Is Persian mâhiĉé “muscle” a Latin calk

PersoLatin

Senior Member
UK
Persian - Iran
I can not find much about the history of ماهی-چه/mâhi-ĉé “muscle”, literally “little fish”, almost identical to muscle “little mouse”, if it is a calk (via French/English) then why not select the more accurate موش-چه/muš-ĉé “little mouse”, is there any information on this please?

I have seen Wiktionary’s entry.
 
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  • Awwal12

    Senior Member
    Russian
    Wiktionary doesn't say it's a calque, it merely points out the typological similarity (because the relationship between small animals and muscles is far from obvious). Cf. also Rus. мышца (mýshtsa "muscle", from Church Slavonic).
     

    PersoLatin

    Senior Member
    UK
    Persian - Iran
    Wiktionary doesn't say it's a calque
    That's correct it doesn't, it was my own suggestion.

    I suppose I don't understand what a typological similarity is when it come to language development, so do typologically similar words develop independently in languages? If you can, please provide other examples.
     

    Awwal12

    Senior Member
    Russian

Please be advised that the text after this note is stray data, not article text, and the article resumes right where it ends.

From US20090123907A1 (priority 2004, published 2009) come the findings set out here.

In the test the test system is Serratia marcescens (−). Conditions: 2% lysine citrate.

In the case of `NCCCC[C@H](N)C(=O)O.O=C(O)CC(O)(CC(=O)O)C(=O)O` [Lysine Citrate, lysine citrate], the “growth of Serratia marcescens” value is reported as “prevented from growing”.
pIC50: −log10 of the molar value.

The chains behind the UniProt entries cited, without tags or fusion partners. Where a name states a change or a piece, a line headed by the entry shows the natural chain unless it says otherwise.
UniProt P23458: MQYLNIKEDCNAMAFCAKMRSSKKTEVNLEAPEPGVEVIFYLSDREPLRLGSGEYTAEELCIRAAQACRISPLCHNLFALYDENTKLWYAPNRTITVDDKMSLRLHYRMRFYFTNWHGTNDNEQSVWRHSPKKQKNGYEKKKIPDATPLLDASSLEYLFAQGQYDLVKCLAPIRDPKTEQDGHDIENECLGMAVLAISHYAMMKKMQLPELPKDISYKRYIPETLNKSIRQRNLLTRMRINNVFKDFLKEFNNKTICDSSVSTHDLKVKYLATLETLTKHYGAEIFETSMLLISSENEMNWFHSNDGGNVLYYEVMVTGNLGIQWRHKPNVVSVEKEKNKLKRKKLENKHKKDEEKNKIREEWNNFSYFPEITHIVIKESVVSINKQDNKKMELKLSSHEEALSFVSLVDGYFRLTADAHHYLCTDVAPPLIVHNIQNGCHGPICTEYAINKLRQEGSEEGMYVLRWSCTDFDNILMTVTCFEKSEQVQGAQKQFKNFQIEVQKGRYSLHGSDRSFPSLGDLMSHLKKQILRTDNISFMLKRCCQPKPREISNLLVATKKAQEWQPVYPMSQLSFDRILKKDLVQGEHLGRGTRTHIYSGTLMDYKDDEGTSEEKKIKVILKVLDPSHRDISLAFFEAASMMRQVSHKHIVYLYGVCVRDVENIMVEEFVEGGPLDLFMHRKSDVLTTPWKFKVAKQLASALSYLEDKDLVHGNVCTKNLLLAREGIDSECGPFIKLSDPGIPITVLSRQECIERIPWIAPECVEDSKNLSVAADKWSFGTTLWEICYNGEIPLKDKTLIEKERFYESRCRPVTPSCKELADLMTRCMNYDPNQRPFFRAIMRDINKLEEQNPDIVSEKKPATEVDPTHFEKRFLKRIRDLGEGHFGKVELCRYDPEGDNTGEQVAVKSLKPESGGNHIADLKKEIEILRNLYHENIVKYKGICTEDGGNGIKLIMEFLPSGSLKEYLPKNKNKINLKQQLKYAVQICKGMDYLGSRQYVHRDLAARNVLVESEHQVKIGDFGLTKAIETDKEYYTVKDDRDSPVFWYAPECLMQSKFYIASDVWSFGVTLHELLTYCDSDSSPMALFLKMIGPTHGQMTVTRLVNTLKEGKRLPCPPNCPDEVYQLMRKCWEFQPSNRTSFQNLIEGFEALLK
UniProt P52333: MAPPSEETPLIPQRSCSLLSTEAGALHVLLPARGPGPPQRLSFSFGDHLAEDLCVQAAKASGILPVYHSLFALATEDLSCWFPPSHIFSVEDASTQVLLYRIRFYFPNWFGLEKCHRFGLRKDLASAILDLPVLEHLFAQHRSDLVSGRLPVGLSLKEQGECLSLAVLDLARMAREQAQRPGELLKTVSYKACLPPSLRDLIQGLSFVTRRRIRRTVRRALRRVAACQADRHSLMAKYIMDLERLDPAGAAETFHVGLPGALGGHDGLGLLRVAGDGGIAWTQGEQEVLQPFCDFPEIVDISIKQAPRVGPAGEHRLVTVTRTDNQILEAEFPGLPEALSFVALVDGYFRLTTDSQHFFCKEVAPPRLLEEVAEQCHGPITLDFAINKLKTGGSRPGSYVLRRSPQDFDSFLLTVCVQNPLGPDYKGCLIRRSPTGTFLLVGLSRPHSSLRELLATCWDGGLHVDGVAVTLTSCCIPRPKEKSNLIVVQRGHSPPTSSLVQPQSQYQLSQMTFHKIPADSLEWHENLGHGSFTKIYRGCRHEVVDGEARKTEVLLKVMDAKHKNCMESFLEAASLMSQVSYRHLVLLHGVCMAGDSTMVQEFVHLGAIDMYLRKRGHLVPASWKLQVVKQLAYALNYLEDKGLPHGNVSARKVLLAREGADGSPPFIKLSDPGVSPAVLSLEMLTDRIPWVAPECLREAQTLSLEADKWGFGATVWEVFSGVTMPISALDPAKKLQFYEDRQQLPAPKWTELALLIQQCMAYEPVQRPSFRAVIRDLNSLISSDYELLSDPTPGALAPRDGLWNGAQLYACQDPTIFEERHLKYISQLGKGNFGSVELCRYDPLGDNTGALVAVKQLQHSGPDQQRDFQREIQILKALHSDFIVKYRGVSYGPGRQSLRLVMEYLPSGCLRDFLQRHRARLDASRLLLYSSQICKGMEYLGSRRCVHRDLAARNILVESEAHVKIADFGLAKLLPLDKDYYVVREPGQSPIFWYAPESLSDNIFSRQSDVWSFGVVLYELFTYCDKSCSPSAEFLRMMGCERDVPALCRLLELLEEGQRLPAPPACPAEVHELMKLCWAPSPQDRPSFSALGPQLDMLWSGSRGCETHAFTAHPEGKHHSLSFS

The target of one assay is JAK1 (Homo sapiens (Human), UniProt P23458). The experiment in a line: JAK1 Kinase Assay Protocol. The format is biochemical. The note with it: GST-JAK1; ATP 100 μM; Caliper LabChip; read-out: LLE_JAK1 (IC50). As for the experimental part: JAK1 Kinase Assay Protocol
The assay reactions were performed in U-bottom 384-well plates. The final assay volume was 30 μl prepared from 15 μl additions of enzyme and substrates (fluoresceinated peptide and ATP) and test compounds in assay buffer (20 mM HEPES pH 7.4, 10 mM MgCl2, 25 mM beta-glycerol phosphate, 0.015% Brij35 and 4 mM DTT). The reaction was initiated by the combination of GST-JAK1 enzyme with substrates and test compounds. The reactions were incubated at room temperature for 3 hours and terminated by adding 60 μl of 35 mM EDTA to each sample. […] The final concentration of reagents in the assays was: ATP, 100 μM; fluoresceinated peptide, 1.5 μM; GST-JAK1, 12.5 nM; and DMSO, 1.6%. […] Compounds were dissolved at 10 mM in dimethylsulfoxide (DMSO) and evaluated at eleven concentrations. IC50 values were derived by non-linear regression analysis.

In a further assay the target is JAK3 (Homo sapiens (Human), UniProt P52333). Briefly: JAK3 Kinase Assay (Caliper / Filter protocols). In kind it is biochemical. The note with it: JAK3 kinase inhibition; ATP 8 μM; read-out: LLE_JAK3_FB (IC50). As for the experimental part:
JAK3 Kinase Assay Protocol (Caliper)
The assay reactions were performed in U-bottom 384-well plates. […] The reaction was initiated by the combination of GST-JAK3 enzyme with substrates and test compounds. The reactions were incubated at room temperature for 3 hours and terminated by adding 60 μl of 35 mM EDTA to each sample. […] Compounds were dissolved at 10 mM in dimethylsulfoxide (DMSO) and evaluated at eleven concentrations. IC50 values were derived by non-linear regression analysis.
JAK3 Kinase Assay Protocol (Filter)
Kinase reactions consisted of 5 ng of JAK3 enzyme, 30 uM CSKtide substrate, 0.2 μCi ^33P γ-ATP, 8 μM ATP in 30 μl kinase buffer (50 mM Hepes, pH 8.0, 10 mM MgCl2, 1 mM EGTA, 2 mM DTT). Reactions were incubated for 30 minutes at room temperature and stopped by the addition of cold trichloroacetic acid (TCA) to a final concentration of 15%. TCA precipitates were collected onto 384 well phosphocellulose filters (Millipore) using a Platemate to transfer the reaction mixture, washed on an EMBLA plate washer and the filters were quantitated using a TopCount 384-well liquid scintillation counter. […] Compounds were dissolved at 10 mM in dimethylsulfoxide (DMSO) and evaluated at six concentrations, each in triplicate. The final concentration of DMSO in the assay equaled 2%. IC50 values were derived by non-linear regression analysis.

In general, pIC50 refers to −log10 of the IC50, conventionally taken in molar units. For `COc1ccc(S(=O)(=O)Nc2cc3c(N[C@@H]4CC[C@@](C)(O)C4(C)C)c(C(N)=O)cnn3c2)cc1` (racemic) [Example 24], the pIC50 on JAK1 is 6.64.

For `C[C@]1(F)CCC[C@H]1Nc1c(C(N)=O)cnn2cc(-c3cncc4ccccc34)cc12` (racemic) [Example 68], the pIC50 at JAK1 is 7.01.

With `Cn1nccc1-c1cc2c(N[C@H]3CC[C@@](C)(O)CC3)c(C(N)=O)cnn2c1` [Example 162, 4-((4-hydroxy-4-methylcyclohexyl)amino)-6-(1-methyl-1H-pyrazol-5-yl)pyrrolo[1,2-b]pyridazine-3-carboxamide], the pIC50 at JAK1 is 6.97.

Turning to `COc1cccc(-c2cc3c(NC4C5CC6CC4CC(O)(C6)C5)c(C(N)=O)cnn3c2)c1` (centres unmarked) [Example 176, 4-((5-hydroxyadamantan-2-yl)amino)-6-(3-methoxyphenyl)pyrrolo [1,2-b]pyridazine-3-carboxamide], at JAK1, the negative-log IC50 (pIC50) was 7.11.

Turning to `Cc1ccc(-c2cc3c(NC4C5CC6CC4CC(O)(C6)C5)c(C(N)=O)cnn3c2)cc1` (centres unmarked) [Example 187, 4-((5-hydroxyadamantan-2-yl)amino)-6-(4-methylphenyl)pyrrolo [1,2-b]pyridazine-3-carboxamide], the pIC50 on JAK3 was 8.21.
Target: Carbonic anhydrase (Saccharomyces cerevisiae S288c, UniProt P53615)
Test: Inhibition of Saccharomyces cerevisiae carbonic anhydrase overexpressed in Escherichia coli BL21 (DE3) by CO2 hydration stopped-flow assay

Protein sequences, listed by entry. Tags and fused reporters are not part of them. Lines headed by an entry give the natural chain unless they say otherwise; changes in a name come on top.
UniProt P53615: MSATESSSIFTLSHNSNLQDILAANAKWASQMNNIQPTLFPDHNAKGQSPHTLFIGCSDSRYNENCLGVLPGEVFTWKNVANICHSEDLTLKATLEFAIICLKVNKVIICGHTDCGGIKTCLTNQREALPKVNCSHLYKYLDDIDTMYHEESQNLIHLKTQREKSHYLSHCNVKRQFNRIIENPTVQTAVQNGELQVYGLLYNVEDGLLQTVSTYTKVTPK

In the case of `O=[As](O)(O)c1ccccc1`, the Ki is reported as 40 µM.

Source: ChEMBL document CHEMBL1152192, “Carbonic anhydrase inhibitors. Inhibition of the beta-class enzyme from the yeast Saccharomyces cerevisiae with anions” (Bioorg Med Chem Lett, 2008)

I suppose I don't understand what a typological similarity is when it come to language development
    Analogies and semantic shifts in human languages are far from arbitrary, so typology is of great help in proving some developments which weren't directly attested.
    If you can, please provide other examples.
    Technically I've already provided one. :) While мышца is a loan from Church Slavonic, a similar meaning must have already existed in Proto-Slavic, which makes a calque from Latin pretty unlikely. Cf. inherited Russian подмышка (podmýshka "armpit", lit. "(what is) under the little mouse", with -k- analogically restored in Early Old Russian).
     

    Sobakus

    Senior Member
    I think in the Persian case the movement of the muscle under the skin is compared with a fish flapping about in the net; in Slavic and Latin it's a mouse that's trying to find an escape underneath :)
     
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